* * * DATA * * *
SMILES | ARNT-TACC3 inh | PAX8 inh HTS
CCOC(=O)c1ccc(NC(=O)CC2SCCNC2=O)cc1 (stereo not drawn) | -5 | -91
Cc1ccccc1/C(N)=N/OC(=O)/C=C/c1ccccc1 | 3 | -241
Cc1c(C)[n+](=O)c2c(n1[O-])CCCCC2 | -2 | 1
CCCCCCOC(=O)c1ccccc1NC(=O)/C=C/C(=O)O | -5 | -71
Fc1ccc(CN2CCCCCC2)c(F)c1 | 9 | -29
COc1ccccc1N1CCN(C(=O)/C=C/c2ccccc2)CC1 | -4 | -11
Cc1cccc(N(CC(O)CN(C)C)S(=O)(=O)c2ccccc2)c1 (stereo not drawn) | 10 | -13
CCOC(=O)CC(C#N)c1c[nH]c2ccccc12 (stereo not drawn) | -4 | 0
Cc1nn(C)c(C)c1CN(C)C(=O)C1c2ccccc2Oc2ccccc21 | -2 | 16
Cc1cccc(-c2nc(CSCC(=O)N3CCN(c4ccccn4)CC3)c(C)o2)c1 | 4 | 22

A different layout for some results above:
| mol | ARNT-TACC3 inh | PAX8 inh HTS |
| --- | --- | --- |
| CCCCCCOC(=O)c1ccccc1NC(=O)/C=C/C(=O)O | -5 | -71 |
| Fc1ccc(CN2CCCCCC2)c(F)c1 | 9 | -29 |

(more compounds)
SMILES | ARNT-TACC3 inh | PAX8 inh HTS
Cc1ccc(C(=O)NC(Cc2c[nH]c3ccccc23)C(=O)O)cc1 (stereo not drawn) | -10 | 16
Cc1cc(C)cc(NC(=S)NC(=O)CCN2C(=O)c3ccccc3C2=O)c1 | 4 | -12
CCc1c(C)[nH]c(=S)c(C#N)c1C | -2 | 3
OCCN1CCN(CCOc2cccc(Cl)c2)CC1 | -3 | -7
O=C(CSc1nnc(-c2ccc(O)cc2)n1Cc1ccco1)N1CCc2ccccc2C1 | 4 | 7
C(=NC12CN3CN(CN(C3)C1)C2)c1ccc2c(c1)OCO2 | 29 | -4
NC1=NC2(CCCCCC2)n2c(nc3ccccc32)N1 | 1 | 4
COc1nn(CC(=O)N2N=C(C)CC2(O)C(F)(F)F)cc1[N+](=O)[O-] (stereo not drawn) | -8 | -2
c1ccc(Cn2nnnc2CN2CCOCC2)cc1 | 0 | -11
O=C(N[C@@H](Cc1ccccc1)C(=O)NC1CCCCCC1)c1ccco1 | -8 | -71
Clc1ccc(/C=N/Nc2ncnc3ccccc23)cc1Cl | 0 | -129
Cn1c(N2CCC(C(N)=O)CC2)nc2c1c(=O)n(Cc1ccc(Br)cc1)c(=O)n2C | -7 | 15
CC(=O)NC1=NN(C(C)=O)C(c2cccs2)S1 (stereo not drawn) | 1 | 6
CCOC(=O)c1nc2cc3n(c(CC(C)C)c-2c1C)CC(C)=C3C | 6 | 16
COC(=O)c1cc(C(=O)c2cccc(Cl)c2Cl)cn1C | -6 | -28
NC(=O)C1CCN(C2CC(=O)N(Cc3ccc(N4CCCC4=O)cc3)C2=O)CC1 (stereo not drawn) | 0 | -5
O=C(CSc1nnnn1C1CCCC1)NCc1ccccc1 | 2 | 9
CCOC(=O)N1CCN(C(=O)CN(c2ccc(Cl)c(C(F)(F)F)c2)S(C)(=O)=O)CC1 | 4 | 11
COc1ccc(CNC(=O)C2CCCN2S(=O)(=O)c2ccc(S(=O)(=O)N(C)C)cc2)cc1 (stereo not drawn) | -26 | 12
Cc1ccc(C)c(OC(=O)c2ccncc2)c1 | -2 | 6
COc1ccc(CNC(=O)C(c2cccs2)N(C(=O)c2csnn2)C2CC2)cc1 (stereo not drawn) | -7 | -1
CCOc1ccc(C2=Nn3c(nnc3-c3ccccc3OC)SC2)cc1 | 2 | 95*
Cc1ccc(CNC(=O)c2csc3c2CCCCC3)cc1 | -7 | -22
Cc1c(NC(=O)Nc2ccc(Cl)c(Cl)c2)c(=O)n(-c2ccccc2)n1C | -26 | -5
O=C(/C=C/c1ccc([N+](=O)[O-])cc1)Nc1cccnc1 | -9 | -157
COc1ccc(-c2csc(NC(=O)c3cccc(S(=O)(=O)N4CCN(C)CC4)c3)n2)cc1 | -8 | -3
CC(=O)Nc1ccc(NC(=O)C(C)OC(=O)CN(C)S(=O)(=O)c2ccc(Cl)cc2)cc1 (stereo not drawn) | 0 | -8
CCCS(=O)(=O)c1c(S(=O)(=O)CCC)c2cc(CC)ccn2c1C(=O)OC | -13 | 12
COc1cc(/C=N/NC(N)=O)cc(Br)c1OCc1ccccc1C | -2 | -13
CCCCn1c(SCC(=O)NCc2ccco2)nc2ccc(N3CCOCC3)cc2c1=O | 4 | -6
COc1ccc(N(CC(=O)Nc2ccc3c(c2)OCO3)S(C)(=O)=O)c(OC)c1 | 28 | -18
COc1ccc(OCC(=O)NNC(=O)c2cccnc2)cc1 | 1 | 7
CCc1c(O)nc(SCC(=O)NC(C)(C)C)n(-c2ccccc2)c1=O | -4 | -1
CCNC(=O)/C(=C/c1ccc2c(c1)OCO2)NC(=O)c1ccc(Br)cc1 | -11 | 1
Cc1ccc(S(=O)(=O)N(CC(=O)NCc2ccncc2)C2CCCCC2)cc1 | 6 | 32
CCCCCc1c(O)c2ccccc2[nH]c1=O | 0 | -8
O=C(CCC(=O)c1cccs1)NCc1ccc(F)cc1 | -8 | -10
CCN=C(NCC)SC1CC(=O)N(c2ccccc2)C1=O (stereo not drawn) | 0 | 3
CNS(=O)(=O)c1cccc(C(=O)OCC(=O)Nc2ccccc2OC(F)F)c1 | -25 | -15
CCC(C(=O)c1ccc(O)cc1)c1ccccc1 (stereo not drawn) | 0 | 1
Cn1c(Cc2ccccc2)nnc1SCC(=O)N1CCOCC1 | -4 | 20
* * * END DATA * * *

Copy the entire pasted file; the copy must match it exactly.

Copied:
SMILES | ARNT-TACC3 inh | PAX8 inh HTS
CCOC(=O)c1ccc(NC(=O)CC2SCCNC2=O)cc1 (stereo not drawn) | -5 | -91
Cc1ccccc1/C(N)=N/OC(=O)/C=C/c1ccccc1 | 3 | -241
Cc1c(C)[n+](=O)c2c(n1[O-])CCCCC2 | -2 | 1
CCCCCCOC(=O)c1ccccc1NC(=O)/C=C/C(=O)O | -5 | -71
Fc1ccc(CN2CCCCCC2)c(F)c1 | 9 | -29
COc1ccccc1N1CCN(C(=O)/C=C/c2ccccc2)CC1 | -4 | -11
Cc1cccc(N(CC(O)CN(C)C)S(=O)(=O)c2ccccc2)c1 (stereo not drawn) | 10 | -13
CCOC(=O)CC(C#N)c1c[nH]c2ccccc12 (stereo not drawn) | -4 | 0
Cc1nn(C)c(C)c1CN(C)C(=O)C1c2ccccc2Oc2ccccc21 | -2 | 16
Cc1cccc(-c2nc(CSCC(=O)N3CCN(c4ccccn4)CC3)c(C)o2)c1 | 4 | 22

A different layout for some results above:
| mol | ARNT-TACC3 inh | PAX8 inh HTS |
| --- | --- | --- |
| CCCCCCOC(=O)c1ccccc1NC(=O)/C=C/C(=O)O | -5 | -71 |
| Fc1ccc(CN2CCCCCC2)c(F)c1 | 9 | -29 |

(more compounds)
SMILES | ARNT-TACC3 inh | PAX8 inh HTS
Cc1ccc(C(=O)NC(Cc2c[nH]c3ccccc23)C(=O)O)cc1 (stereo not drawn) | -10 | 16
Cc1cc(C)cc(NC(=S)NC(=O)CCN2C(=O)c3ccccc3C2=O)c1 | 4 | -12
CCc1c(C)[nH]c(=S)c(C#N)c1C | -2 | 3
OCCN1CCN(CCOc2cccc(Cl)c2)CC1 | -3 | -7
O=C(CSc1nnc(-c2ccc(O)cc2)n1Cc1ccco1)N1CCc2ccccc2C1 | 4 | 7
C(=NC12CN3CN(CN(C3)C1)C2)c1ccc2c(c1)OCO2 | 29 | -4
NC1=NC2(CCCCCC2)n2c(nc3ccccc32)N1 | 1 | 4
COc1nn(CC(=O)N2N=C(C)CC2(O)C(F)(F)F)cc1[N+](=O)[O-] (stereo not drawn) | -8 | -2
c1ccc(Cn2nnnc2CN2CCOCC2)cc1 | 0 | -11
O=C(N[C@@H](Cc1ccccc1)C(=O)NC1CCCCCC1)c1ccco1 | -8 | -71
Clc1ccc(/C=N/Nc2ncnc3ccccc23)cc1Cl | 0 | -129
Cn1c(N2CCC(C(N)=O)CC2)nc2c1c(=O)n(Cc1ccc(Br)cc1)c(=O)n2C | -7 | 15
CC(=O)NC1=NN(C(C)=O)C(c2cccs2)S1 (stereo not drawn) | 1 | 6
CCOC(=O)c1nc2cc3n(c(CC(C)C)c-2c1C)CC(C)=C3C | 6 | 16
COC(=O)c1cc(C(=O)c2cccc(Cl)c2Cl)cn1C | -6 | -28
NC(=O)C1CCN(C2CC(=O)N(Cc3ccc(N4CCCC4=O)cc3)C2=O)CC1 (stereo not drawn) | 0 | -5
O=C(CSc1nnnn1C1CCCC1)NCc1ccccc1 | 2 | 9
CCOC(=O)N1CCN(C(=O)CN(c2ccc(Cl)c(C(F)(F)F)c2)S(C)(=O)=O)CC1 | 4 | 11
COc1ccc(CNC(=O)C2CCCN2S(=O)(=O)c2ccc(S(=O)(=O)N(C)C)cc2)cc1 (stereo not drawn) | -26 | 12
Cc1ccc(C)c(OC(=O)c2ccncc2)c1 | -2 | 6
COc1ccc(CNC(=O)C(c2cccs2)N(C(=O)c2csnn2)C2CC2)cc1 (stereo not drawn) | -7 | -1
CCOc1ccc(C2=Nn3c(nnc3-c3ccccc3OC)SC2)cc1 | 2 | 95*
Cc1ccc(CNC(=O)c2csc3c2CCCCC3)cc1 | -7 | -22
Cc1c(NC(=O)Nc2ccc(Cl)c(Cl)c2)c(=O)n(-c2ccccc2)n1C | -26 | -5
O=C(/C=C/c1ccc([N+](=O)[O-])cc1)Nc1cccnc1 | -9 | -157
COc1ccc(-c2csc(NC(=O)c3cccc(S(=O)(=O)N4CCN(C)CC4)c3)n2)cc1 | -8 | -3
CC(=O)Nc1ccc(NC(=O)C(C)OC(=O)CN(C)S(=O)(=O)c2ccc(Cl)cc2)cc1 (stereo not drawn) | 0 | -8
CCCS(=O)(=O)c1c(S(=O)(=O)CCC)c2cc(CC)ccn2c1C(=O)OC | -13 | 12
COc1cc(/C=N/NC(N)=O)cc(Br)c1OCc1ccccc1C | -2 | -13
CCCCn1c(SCC(=O)NCc2ccco2)nc2ccc(N3CCOCC3)cc2c1=O | 4 | -6
COc1ccc(N(CC(=O)Nc2ccc3c(c2)OCO3)S(C)(=O)=O)c(OC)c1 | 28 | -18
COc1ccc(OCC(=O)NNC(=O)c2cccnc2)cc1 | 1 | 7
CCc1c(O)nc(SCC(=O)NC(C)(C)C)n(-c2ccccc2)c1=O | -4 | -1
CCNC(=O)/C(=C/c1ccc2c(c1)OCO2)NC(=O)c1ccc(Br)cc1 | -11 | 1
Cc1ccc(S(=O)(=O)N(CC(=O)NCc2ccncc2)C2CCCCC2)cc1 | 6 | 32
CCCCCc1c(O)c2ccccc2[nH]c1=O | 0 | -8
O=C(CCC(=O)c1cccs1)NCc1ccc(F)cc1 | -8 | -10
CCN=C(NCC)SC1CC(=O)N(c2ccccc2)C1=O (stereo not drawn) | 0 | 3
CNS(=O)(=O)c1cccc(C(=O)OCC(=O)Nc2ccccc2OC(F)F)c1 | -25 | -15
CCC(C(=O)c1ccc(O)cc1)c1ccccc1 (stereo not drawn) | 0 | 1
Cn1c(Cc2ccccc2)nnc1SCC(=O)N1CCOCC1 | -4 | 20